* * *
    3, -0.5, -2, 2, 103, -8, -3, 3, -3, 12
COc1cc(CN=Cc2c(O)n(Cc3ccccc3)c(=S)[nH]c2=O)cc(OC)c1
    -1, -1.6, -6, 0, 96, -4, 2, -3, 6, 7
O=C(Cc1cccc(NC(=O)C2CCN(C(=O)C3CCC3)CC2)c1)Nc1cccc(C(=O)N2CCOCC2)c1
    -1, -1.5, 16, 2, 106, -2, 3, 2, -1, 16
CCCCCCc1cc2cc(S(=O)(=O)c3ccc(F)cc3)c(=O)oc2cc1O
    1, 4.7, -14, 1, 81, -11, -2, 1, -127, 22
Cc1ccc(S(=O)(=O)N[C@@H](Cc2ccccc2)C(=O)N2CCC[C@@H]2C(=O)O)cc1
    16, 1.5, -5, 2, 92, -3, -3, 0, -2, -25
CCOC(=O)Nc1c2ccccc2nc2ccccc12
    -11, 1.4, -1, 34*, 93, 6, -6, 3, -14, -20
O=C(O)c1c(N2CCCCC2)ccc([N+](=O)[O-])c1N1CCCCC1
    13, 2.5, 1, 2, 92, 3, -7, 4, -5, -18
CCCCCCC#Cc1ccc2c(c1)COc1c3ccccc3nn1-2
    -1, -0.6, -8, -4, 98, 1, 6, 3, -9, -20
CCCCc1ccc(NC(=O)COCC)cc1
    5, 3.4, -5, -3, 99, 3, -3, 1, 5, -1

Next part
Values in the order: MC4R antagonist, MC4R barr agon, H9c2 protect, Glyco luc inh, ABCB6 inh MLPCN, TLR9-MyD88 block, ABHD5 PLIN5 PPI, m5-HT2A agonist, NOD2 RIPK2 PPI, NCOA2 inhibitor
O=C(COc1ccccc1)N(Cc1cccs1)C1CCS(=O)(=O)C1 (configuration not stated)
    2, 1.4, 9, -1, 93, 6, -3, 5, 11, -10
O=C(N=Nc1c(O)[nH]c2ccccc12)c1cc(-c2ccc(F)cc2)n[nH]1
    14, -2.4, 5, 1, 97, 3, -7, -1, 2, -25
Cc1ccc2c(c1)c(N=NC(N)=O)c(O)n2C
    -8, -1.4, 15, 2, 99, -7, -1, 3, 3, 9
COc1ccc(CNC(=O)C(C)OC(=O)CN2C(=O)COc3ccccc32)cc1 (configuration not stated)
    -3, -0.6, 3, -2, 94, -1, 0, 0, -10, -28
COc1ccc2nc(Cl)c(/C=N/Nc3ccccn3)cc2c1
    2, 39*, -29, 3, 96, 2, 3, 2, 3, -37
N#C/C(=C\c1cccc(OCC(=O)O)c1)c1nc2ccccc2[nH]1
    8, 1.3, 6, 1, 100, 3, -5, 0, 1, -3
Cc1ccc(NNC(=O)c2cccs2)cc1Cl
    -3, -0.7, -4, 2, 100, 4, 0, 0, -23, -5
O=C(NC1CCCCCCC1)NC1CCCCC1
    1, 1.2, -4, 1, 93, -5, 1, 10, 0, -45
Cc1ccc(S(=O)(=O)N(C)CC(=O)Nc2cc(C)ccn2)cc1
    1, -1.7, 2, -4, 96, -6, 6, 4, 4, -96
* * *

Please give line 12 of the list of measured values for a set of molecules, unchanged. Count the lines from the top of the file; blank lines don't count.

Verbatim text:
O=C(O)c1c(N2CCCCC2)ccc([N+](=O)[O-])c1N1CCCCC1